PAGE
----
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Fortified settlements and the origins of conflict in the Acari Valley, Peru

Faculty Advisor




south coast, fortifications, violent conflict, Acari, Early Intermediate Period

Abstract (summary)

Archaeological research carried out in the Acari Valley of the Peruvian south coast region reveals that the first half of the Early Intermediate Period (ca. 50 BCE – 350 CE) marked the emergence of the first fortified settlements in the valley. Archaeological excavations carried out at one such site resulted in the unprecedented finding of several dozen human remains that exhibited multiple signs of trauma. Such evidence, in conjunction with data on settlement patterns and site configuration, indicate that the first half of the Early Intermediate Period was a time of widespread conflict in the Acari Valley. The magnitude of the violence in which the inhabitants of the various fortified settlements of Acari were involved is manifested not only in the effort invested in building defensive barriers to protect the settlements, but also in capturing prisoners who eventually were decapitated.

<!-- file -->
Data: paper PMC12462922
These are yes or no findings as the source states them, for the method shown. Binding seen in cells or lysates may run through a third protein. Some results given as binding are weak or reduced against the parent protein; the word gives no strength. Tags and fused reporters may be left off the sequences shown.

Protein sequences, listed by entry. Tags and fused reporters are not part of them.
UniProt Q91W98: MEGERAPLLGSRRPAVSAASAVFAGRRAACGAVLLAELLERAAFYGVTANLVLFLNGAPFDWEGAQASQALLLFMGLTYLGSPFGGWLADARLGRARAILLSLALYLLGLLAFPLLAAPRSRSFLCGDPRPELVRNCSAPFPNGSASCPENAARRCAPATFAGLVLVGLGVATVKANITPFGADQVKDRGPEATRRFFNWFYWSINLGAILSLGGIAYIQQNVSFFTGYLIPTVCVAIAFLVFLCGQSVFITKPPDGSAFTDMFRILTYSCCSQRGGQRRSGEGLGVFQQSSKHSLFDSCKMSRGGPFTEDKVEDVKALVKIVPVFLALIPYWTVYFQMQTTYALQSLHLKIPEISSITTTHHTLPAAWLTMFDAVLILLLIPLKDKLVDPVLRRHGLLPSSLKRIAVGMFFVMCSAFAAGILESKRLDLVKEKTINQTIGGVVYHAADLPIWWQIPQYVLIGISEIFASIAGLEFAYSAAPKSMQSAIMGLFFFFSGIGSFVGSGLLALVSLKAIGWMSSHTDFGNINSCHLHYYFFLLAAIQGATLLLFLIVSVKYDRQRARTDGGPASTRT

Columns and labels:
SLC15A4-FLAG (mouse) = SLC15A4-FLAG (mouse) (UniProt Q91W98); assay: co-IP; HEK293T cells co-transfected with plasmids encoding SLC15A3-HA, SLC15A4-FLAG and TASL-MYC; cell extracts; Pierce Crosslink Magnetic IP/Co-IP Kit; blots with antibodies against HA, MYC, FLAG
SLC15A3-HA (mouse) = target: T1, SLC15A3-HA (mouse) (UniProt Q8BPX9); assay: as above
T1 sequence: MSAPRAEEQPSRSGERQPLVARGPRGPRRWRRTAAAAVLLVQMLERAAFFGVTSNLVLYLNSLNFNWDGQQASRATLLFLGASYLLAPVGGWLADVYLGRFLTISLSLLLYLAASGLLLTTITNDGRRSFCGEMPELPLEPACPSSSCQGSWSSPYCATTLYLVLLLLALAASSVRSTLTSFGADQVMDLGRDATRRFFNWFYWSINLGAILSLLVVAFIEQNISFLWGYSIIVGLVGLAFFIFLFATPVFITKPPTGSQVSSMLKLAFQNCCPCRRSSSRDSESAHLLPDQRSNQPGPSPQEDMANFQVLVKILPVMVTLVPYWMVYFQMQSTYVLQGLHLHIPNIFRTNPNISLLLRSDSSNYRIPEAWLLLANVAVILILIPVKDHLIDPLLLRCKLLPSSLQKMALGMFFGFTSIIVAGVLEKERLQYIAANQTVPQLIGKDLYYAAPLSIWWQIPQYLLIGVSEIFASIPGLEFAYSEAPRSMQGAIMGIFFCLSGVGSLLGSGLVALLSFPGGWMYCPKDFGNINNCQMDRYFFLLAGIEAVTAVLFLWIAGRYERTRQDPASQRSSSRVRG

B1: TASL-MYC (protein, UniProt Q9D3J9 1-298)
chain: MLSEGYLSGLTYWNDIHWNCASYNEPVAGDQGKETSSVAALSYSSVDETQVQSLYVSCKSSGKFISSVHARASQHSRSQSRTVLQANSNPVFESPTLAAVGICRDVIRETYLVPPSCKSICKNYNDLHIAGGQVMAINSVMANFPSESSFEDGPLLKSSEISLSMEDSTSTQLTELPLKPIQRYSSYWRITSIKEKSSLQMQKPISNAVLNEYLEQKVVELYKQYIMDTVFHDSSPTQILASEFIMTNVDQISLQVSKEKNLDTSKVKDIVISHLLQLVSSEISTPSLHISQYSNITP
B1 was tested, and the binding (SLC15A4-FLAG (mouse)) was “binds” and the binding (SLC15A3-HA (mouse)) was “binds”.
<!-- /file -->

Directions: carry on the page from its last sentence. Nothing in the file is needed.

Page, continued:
Publication Information



Presented on May 19, 2012 at the South American Archaeology Seminar held at University College London in London, UK.

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